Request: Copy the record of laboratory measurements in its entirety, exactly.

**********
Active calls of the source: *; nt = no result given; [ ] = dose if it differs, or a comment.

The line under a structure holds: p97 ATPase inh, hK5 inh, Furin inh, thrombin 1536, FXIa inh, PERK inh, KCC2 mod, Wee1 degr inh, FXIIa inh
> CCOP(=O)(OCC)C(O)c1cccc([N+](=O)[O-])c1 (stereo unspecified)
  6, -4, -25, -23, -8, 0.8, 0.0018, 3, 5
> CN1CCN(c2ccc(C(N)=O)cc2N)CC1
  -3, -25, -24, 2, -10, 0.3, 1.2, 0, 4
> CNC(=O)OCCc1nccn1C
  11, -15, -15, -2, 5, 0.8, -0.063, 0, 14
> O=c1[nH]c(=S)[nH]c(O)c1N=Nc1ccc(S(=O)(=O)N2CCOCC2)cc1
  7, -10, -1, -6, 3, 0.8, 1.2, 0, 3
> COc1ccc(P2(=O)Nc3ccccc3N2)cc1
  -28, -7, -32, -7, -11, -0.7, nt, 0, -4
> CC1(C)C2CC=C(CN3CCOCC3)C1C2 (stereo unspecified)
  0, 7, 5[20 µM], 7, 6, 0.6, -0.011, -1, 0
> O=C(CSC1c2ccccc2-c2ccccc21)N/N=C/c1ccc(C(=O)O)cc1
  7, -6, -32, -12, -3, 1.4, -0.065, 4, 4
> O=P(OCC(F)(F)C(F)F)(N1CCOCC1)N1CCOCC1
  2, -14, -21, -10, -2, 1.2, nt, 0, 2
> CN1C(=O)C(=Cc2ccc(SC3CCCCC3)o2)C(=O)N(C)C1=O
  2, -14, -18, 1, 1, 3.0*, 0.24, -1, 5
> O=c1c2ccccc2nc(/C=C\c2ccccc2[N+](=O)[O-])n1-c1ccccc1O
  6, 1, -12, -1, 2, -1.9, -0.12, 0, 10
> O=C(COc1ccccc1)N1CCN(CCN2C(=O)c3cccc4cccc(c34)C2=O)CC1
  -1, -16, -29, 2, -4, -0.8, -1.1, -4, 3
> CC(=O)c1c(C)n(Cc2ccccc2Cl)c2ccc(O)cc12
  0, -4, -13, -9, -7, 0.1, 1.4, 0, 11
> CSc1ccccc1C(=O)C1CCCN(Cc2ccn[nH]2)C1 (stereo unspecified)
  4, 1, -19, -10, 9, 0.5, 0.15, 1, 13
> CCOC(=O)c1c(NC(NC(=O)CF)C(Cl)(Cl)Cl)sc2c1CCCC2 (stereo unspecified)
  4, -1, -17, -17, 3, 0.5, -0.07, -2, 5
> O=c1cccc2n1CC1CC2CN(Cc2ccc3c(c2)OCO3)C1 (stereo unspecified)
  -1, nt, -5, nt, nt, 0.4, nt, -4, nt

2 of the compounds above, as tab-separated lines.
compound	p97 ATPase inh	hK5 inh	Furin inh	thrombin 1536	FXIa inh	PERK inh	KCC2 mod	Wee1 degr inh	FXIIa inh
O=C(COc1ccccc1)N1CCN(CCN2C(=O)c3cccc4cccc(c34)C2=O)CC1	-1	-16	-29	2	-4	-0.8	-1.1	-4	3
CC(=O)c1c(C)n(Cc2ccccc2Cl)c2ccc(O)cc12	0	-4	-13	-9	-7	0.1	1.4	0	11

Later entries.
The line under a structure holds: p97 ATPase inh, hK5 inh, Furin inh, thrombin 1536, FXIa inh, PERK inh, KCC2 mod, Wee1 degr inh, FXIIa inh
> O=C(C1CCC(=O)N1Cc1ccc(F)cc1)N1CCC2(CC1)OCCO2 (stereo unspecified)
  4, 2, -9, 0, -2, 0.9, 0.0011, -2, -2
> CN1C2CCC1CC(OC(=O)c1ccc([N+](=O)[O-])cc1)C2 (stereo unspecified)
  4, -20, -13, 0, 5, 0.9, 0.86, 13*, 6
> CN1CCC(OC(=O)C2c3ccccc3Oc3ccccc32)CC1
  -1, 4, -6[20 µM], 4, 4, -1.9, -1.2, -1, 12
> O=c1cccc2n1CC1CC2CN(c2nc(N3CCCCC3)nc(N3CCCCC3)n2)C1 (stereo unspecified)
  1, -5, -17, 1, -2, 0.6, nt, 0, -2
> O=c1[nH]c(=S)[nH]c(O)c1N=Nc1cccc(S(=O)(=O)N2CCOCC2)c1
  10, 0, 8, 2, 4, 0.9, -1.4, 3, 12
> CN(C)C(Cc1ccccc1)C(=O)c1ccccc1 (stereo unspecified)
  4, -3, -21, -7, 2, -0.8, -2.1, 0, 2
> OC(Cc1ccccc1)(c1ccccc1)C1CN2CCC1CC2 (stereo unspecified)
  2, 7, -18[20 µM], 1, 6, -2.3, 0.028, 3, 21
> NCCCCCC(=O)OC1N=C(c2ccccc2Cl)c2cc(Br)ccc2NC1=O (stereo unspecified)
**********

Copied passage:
Active calls of the source: *; nt = no result given; [ ] = dose if it differs, or a comment.

The line under a structure holds: p97 ATPase inh, hK5 inh, Furin inh, thrombin 1536, FXIa inh, PERK inh, KCC2 mod, Wee1 degr inh, FXIIa inh
> CCOP(=O)(OCC)C(O)c1cccc([N+](=O)[O-])c1 (stereo unspecified)
  6, -4, -25, -23, -8, 0.8, 0.0018, 3, 5
> CN1CCN(c2ccc(C(N)=O)cc2N)CC1
  -3, -25, -24, 2, -10, 0.3, 1.2, 0, 4
> CNC(=O)OCCc1nccn1C
  11, -15, -15, -2, 5, 0.8, -0.063, 0, 14
> O=c1[nH]c(=S)[nH]c(O)c1N=Nc1ccc(S(=O)(=O)N2CCOCC2)cc1
  7, -10, -1, -6, 3, 0.8, 1.2, 0, 3
> COc1ccc(P2(=O)Nc3ccccc3N2)cc1
  -28, -7, -32, -7, -11, -0.7, nt, 0, -4
> CC1(C)C2CC=C(CN3CCOCC3)C1C2 (stereo unspecified)
  0, 7, 5[20 µM], 7, 6, 0.6, -0.011, -1, 0
> O=C(CSC1c2ccccc2-c2ccccc21)N/N=C/c1ccc(C(=O)O)cc1
  7, -6, -32, -12, -3, 1.4, -0.065, 4, 4
> O=P(OCC(F)(F)C(F)F)(N1CCOCC1)N1CCOCC1
  2, -14, -21, -10, -2, 1.2, nt, 0, 2
> CN1C(=O)C(=Cc2ccc(SC3CCCCC3)o2)C(=O)N(C)C1=O
  2, -14, -18, 1, 1, 3.0*, 0.24, -1, 5
> O=c1c2ccccc2nc(/C=C\c2ccccc2[N+](=O)[O-])n1-c1ccccc1O
  6, 1, -12, -1, 2, -1.9, -0.12, 0, 10
> O=C(COc1ccccc1)N1CCN(CCN2C(=O)c3cccc4cccc(c34)C2=O)CC1
  -1, -16, -29, 2, -4, -0.8, -1.1, -4, 3
> CC(=O)c1c(C)n(Cc2ccccc2Cl)c2ccc(O)cc12
  0, -4, -13, -9, -7, 0.1, 1.4, 0, 11
> CSc1ccccc1C(=O)C1CCCN(Cc2ccn[nH]2)C1 (stereo unspecified)
  4, 1, -19, -10, 9, 0.5, 0.15, 1, 13
> CCOC(=O)c1c(NC(NC(=O)CF)C(Cl)(Cl)Cl)sc2c1CCCC2 (stereo unspecified)
  4, -1, -17, -17, 3, 0.5, -0.07, -2, 5
> O=c1cccc2n1CC1CC2CN(Cc2ccc3c(c2)OCO3)C1 (stereo unspecified)
  -1, nt, -5, nt, nt, 0.4, nt, -4, nt

2 of the compounds above, as tab-separated lines.
compound	p97 ATPase inh	hK5 inh	Furin inh	thrombin 1536	FXIa inh	PERK inh	KCC2 mod	Wee1 degr inh	FXIIa inh
O=C(COc1ccccc1)N1CCN(CCN2C(=O)c3cccc4cccc(c34)C2=O)CC1	-1	-16	-29	2	-4	-0.8	-1.1	-4	3
CC(=O)c1c(C)n(Cc2ccccc2Cl)c2ccc(O)cc12	0	-4	-13	-9	-7	0.1	1.4	0	11

Later entries.
The line under a structure holds: p97 ATPase inh, hK5 inh, Furin inh, thrombin 1536, FXIa inh, PERK inh, KCC2 mod, Wee1 degr inh, FXIIa inh
> O=C(C1CCC(=O)N1Cc1ccc(F)cc1)N1CCC2(CC1)OCCO2 (stereo unspecified)
  4, 2, -9, 0, -2, 0.9, 0.0011, -2, -2
> CN1C2CCC1CC(OC(=O)c1ccc([N+](=O)[O-])cc1)C2 (stereo unspecified)
  4, -20, -13, 0, 5, 0.9, 0.86, 13*, 6
> CN1CCC(OC(=O)C2c3ccccc3Oc3ccccc32)CC1
  -1, 4, -6[20 µM], 4, 4, -1.9, -1.2, -1, 12
> O=c1cccc2n1CC1CC2CN(c2nc(N3CCCCC3)nc(N3CCCCC3)n2)C1 (stereo unspecified)
  1, -5, -17, 1, -2, 0.6, nt, 0, -2
> O=c1[nH]c(=S)[nH]c(O)c1N=Nc1cccc(S(=O)(=O)N2CCOCC2)c1
  10, 0, 8, 2, 4, 0.9, -1.4, 3, 12
> CN(C)C(Cc1ccccc1)C(=O)c1ccccc1 (stereo unspecified)
  4, -3, -21, -7, 2, -0.8, -2.1, 0, 2
> OC(Cc1ccccc1)(c1ccccc1)C1CN2CCC1CC2 (stereo unspecified)
  2, 7, -18[20 µM], 1, 6, -2.3, 0.028, 3, 21
> NCCCCCC(=O)OC1N=C(c2ccccc2Cl)c2cc(Br)ccc2NC1=O (stereo unspecified)